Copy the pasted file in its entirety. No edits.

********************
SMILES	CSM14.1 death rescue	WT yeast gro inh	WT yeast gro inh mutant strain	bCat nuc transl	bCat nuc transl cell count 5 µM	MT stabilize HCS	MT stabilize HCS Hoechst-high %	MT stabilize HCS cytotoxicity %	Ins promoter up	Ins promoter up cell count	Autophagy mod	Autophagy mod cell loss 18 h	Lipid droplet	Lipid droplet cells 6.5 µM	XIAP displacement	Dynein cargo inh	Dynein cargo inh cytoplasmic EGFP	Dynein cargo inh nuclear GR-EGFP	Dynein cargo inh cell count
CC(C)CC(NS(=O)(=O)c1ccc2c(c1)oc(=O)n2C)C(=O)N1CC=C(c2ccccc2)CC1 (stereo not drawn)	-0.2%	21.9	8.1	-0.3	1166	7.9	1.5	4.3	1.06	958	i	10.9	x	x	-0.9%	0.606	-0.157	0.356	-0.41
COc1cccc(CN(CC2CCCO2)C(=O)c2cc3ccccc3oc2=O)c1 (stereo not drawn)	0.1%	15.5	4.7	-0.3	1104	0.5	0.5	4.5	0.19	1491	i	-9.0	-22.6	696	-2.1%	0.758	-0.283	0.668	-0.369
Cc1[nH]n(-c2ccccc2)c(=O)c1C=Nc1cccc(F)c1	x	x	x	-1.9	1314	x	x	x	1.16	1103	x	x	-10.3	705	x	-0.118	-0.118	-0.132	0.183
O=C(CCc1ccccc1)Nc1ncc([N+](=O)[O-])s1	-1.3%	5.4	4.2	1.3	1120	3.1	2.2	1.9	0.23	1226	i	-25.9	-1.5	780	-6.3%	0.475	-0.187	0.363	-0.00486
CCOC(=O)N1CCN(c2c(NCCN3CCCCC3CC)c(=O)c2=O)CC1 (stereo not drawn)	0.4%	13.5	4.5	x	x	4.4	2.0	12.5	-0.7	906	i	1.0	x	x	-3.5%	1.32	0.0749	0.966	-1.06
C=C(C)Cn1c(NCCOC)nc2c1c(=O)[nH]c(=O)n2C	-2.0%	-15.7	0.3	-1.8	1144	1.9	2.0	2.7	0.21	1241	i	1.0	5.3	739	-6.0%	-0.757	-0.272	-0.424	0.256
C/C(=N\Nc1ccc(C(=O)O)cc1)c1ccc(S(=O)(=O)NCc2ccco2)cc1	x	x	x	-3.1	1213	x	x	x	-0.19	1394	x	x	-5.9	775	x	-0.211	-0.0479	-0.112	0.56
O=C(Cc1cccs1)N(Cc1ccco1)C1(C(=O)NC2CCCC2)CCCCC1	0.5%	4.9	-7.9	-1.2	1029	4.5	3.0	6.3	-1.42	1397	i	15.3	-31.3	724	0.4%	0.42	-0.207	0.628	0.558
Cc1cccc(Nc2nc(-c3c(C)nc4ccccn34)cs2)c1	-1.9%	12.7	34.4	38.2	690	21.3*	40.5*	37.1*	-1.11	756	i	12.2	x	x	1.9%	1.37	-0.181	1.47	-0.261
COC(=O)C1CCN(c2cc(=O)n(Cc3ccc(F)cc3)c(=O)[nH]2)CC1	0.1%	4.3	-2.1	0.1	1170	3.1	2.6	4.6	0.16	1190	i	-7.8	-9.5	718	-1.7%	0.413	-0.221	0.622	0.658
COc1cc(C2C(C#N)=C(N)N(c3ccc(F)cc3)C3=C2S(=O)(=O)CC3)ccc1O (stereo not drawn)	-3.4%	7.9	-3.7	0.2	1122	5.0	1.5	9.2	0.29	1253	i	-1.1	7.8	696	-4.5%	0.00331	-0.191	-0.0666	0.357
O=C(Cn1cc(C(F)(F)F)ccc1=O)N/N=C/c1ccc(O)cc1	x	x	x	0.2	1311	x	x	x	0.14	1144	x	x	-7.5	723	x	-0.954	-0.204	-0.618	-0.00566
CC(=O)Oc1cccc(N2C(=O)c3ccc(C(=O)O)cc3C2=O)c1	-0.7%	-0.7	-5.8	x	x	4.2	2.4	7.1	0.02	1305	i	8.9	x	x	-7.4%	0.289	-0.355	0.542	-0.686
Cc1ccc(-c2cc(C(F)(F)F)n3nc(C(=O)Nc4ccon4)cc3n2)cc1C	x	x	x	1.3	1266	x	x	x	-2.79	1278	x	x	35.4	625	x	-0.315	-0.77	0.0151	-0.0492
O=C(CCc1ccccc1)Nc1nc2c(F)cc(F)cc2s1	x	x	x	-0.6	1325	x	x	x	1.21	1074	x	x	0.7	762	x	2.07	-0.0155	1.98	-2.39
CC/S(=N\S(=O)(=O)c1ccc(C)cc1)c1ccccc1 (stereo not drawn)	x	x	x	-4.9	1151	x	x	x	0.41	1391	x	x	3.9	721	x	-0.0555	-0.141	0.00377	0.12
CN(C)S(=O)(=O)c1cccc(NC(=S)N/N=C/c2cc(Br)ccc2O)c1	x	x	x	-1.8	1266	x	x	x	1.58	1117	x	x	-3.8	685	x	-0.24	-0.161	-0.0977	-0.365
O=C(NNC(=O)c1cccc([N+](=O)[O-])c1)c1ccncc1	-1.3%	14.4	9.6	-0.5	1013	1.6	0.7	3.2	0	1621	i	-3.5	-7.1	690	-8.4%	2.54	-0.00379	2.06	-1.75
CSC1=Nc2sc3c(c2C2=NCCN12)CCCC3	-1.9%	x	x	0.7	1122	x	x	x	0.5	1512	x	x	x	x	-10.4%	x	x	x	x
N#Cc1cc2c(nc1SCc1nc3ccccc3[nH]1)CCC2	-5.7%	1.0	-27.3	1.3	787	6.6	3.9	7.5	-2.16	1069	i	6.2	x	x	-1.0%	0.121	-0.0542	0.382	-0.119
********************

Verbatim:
SMILES	CSM14.1 death rescue	WT yeast gro inh	WT yeast gro inh mutant strain	bCat nuc transl	bCat nuc transl cell count 5 µM	MT stabilize HCS	MT stabilize HCS Hoechst-high %	MT stabilize HCS cytotoxicity %	Ins promoter up	Ins promoter up cell count	Autophagy mod	Autophagy mod cell loss 18 h	Lipid droplet	Lipid droplet cells 6.5 µM	XIAP displacement	Dynein cargo inh	Dynein cargo inh cytoplasmic EGFP	Dynein cargo inh nuclear GR-EGFP	Dynein cargo inh cell count
CC(C)CC(NS(=O)(=O)c1ccc2c(c1)oc(=O)n2C)C(=O)N1CC=C(c2ccccc2)CC1 (stereo not drawn)	-0.2%	21.9	8.1	-0.3	1166	7.9	1.5	4.3	1.06	958	i	10.9	x	x	-0.9%	0.606	-0.157	0.356	-0.41
COc1cccc(CN(CC2CCCO2)C(=O)c2cc3ccccc3oc2=O)c1 (stereo not drawn)	0.1%	15.5	4.7	-0.3	1104	0.5	0.5	4.5	0.19	1491	i	-9.0	-22.6	696	-2.1%	0.758	-0.283	0.668	-0.369
Cc1[nH]n(-c2ccccc2)c(=O)c1C=Nc1cccc(F)c1	x	x	x	-1.9	1314	x	x	x	1.16	1103	x	x	-10.3	705	x	-0.118	-0.118	-0.132	0.183
O=C(CCc1ccccc1)Nc1ncc([N+](=O)[O-])s1	-1.3%	5.4	4.2	1.3	1120	3.1	2.2	1.9	0.23	1226	i	-25.9	-1.5	780	-6.3%	0.475	-0.187	0.363	-0.00486
CCOC(=O)N1CCN(c2c(NCCN3CCCCC3CC)c(=O)c2=O)CC1 (stereo not drawn)	0.4%	13.5	4.5	x	x	4.4	2.0	12.5	-0.7	906	i	1.0	x	x	-3.5%	1.32	0.0749	0.966	-1.06
C=C(C)Cn1c(NCCOC)nc2c1c(=O)[nH]c(=O)n2C	-2.0%	-15.7	0.3	-1.8	1144	1.9	2.0	2.7	0.21	1241	i	1.0	5.3	739	-6.0%	-0.757	-0.272	-0.424	0.256
C/C(=N\Nc1ccc(C(=O)O)cc1)c1ccc(S(=O)(=O)NCc2ccco2)cc1	x	x	x	-3.1	1213	x	x	x	-0.19	1394	x	x	-5.9	775	x	-0.211	-0.0479	-0.112	0.56
O=C(Cc1cccs1)N(Cc1ccco1)C1(C(=O)NC2CCCC2)CCCCC1	0.5%	4.9	-7.9	-1.2	1029	4.5	3.0	6.3	-1.42	1397	i	15.3	-31.3	724	0.4%	0.42	-0.207	0.628	0.558
Cc1cccc(Nc2nc(-c3c(C)nc4ccccn34)cs2)c1	-1.9%	12.7	34.4	38.2	690	21.3*	40.5*	37.1*	-1.11	756	i	12.2	x	x	1.9%	1.37	-0.181	1.47	-0.261
COC(=O)C1CCN(c2cc(=O)n(Cc3ccc(F)cc3)c(=O)[nH]2)CC1	0.1%	4.3	-2.1	0.1	1170	3.1	2.6	4.6	0.16	1190	i	-7.8	-9.5	718	-1.7%	0.413	-0.221	0.622	0.658
COc1cc(C2C(C#N)=C(N)N(c3ccc(F)cc3)C3=C2S(=O)(=O)CC3)ccc1O (stereo not drawn)	-3.4%	7.9	-3.7	0.2	1122	5.0	1.5	9.2	0.29	1253	i	-1.1	7.8	696	-4.5%	0.00331	-0.191	-0.0666	0.357
O=C(Cn1cc(C(F)(F)F)ccc1=O)N/N=C/c1ccc(O)cc1	x	x	x	0.2	1311	x	x	x	0.14	1144	x	x	-7.5	723	x	-0.954	-0.204	-0.618	-0.00566
CC(=O)Oc1cccc(N2C(=O)c3ccc(C(=O)O)cc3C2=O)c1	-0.7%	-0.7	-5.8	x	x	4.2	2.4	7.1	0.02	1305	i	8.9	x	x	-7.4%	0.289	-0.355	0.542	-0.686
Cc1ccc(-c2cc(C(F)(F)F)n3nc(C(=O)Nc4ccon4)cc3n2)cc1C	x	x	x	1.3	1266	x	x	x	-2.79	1278	x	x	35.4	625	x	-0.315	-0.77	0.0151	-0.0492
O=C(CCc1ccccc1)Nc1nc2c(F)cc(F)cc2s1	x	x	x	-0.6	1325	x	x	x	1.21	1074	x	x	0.7	762	x	2.07	-0.0155	1.98	-2.39
CC/S(=N\S(=O)(=O)c1ccc(C)cc1)c1ccccc1 (stereo not drawn)	x	x	x	-4.9	1151	x	x	x	0.41	1391	x	x	3.9	721	x	-0.0555	-0.141	0.00377	0.12
CN(C)S(=O)(=O)c1cccc(NC(=S)N/N=C/c2cc(Br)ccc2O)c1	x	x	x	-1.8	1266	x	x	x	1.58	1117	x	x	-3.8	685	x	-0.24	-0.161	-0.0977	-0.365
O=C(NNC(=O)c1cccc([N+](=O)[O-])c1)c1ccncc1	-1.3%	14.4	9.6	-0.5	1013	1.6	0.7	3.2	0	1621	i	-3.5	-7.1	690	-8.4%	2.54	-0.00379	2.06	-1.75
CSC1=Nc2sc3c(c2C2=NCCN12)CCCC3	-1.9%	x	x	0.7	1122	x	x	x	0.5	1512	x	x	x	x	-10.4%	x	x	x	x
N#Cc1cc2c(nc1SCc1nc3ccccc3[nH]1)CCC2	-5.7%	1.0	-27.3	1.3	787	6.6	3.9	7.5	-2.16	1069	i	6.2	x	x	-1.0%	0.121	-0.0542	0.382	-0.119